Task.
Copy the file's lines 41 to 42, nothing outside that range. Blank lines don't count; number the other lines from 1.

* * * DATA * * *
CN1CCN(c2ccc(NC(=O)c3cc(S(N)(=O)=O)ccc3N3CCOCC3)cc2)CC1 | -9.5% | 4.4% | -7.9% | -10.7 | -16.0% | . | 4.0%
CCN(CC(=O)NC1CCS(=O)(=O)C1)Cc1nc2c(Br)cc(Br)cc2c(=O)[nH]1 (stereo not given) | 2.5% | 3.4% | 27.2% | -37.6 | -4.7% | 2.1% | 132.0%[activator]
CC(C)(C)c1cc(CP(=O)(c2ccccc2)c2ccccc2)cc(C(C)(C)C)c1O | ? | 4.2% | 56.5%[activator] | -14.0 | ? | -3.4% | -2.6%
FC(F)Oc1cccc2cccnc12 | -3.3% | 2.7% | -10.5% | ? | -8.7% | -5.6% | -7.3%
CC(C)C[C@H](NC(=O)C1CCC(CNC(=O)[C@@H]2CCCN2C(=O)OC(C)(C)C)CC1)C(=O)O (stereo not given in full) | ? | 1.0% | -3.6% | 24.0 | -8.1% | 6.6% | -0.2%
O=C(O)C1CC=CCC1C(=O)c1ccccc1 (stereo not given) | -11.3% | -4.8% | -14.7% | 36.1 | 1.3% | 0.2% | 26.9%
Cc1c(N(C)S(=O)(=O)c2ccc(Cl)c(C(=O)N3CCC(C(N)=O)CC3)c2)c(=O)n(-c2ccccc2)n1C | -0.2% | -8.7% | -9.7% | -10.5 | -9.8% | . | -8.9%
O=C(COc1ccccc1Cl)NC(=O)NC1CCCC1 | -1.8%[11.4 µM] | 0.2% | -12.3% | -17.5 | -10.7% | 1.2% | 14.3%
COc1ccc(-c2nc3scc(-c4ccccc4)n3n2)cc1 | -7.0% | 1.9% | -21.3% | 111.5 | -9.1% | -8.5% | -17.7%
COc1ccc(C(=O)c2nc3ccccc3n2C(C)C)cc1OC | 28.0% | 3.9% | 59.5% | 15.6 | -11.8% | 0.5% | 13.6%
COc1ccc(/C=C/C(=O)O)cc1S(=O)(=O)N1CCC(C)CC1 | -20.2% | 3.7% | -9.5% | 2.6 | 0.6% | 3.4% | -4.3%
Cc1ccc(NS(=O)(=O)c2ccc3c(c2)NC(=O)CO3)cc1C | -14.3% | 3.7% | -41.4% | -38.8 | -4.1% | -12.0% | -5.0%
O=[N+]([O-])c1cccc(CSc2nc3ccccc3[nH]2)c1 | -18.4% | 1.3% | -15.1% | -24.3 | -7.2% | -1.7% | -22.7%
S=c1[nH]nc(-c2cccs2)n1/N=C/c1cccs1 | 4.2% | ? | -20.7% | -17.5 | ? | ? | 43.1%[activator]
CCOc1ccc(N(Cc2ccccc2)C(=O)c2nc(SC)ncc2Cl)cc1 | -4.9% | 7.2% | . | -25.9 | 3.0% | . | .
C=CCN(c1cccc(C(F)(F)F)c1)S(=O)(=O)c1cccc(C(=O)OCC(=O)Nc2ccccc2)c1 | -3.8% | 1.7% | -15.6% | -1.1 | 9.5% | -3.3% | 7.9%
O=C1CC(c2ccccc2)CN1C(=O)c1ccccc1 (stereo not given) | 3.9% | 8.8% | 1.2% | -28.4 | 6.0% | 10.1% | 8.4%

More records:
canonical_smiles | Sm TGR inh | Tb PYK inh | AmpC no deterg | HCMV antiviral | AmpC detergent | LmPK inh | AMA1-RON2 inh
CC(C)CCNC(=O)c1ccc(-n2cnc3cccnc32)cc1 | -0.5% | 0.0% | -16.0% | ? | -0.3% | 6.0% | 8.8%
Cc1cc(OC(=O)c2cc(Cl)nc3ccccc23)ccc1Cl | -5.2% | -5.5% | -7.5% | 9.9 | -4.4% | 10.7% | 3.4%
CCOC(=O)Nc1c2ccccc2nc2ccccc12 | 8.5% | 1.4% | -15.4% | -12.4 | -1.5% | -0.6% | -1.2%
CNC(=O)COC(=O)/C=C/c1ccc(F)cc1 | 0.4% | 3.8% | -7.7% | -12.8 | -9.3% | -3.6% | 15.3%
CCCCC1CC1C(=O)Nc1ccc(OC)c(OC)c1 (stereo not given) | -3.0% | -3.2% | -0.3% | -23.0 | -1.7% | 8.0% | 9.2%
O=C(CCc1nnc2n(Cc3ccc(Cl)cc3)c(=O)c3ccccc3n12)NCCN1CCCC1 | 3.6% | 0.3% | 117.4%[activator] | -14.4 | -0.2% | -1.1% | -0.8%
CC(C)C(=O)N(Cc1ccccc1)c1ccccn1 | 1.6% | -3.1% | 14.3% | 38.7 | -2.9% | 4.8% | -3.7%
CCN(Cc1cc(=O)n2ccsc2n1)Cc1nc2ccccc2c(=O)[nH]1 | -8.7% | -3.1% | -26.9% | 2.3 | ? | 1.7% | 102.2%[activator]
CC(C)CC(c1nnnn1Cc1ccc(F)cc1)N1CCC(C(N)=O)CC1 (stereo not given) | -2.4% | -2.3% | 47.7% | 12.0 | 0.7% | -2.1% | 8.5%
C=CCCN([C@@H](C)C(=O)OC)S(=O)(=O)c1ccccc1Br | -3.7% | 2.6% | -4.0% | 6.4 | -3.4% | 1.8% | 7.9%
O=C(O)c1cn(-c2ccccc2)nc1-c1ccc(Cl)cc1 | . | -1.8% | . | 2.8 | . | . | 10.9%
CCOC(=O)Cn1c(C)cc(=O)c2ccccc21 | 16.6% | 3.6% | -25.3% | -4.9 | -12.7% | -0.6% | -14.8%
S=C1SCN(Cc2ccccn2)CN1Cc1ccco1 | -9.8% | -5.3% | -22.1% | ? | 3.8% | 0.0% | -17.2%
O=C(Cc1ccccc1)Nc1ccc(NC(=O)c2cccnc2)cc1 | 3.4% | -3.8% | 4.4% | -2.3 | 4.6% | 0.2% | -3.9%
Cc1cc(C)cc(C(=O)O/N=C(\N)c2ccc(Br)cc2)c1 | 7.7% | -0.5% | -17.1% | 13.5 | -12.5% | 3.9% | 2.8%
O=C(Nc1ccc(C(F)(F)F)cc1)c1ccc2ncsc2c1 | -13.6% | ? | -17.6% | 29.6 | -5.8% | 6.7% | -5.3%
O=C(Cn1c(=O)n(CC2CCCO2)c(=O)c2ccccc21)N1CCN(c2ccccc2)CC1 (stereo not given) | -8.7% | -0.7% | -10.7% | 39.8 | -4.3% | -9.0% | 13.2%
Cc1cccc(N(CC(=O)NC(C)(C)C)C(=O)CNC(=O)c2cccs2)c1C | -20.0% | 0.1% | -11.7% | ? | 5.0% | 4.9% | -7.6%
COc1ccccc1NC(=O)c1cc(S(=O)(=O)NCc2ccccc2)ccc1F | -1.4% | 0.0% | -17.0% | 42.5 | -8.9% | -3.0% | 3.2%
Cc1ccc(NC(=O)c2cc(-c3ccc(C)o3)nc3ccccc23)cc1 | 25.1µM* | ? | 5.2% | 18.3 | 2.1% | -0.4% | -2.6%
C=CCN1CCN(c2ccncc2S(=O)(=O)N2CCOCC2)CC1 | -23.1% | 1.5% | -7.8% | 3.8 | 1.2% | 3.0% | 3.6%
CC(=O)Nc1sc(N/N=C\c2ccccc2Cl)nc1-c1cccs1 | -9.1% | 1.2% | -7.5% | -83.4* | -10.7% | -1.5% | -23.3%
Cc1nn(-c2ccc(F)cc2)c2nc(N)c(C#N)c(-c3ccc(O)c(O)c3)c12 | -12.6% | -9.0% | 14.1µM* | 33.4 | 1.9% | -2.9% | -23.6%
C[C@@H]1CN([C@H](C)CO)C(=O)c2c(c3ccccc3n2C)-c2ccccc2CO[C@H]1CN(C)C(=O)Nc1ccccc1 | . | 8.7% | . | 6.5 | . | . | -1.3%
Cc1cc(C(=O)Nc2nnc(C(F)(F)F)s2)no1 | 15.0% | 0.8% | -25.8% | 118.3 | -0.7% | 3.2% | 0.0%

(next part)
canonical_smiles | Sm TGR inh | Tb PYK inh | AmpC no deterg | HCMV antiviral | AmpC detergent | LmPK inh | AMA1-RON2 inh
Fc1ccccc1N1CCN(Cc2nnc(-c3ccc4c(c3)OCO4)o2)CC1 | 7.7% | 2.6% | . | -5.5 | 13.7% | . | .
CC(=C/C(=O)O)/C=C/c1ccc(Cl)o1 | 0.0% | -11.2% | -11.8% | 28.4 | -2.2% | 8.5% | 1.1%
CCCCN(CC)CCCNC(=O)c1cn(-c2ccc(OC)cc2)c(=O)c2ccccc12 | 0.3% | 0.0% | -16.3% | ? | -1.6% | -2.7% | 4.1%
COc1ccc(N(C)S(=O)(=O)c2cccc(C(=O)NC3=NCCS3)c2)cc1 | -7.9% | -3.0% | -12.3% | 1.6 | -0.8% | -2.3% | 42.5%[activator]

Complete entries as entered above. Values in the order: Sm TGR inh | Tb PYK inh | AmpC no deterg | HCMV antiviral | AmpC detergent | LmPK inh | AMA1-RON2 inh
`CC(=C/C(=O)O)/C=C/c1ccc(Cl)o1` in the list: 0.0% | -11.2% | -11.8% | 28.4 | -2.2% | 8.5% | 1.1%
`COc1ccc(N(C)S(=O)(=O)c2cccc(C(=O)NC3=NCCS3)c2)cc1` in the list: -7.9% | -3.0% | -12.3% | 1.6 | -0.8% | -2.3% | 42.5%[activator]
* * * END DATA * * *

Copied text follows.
CC(=O)Nc1sc(N/N=C\c2ccccc2Cl)nc1-c1cccs1 | -9.1% | 1.2% | -7.5% | -83.4* | -10.7% | -1.5% | -23.3%
Cc1nn(-c2ccc(F)cc2)c2nc(N)c(C#N)c(-c3ccc(O)c(O)c3)c12 | -12.6% | -9.0% | 14.1µM* | 33.4 | 1.9% | -2.9% | -23.6%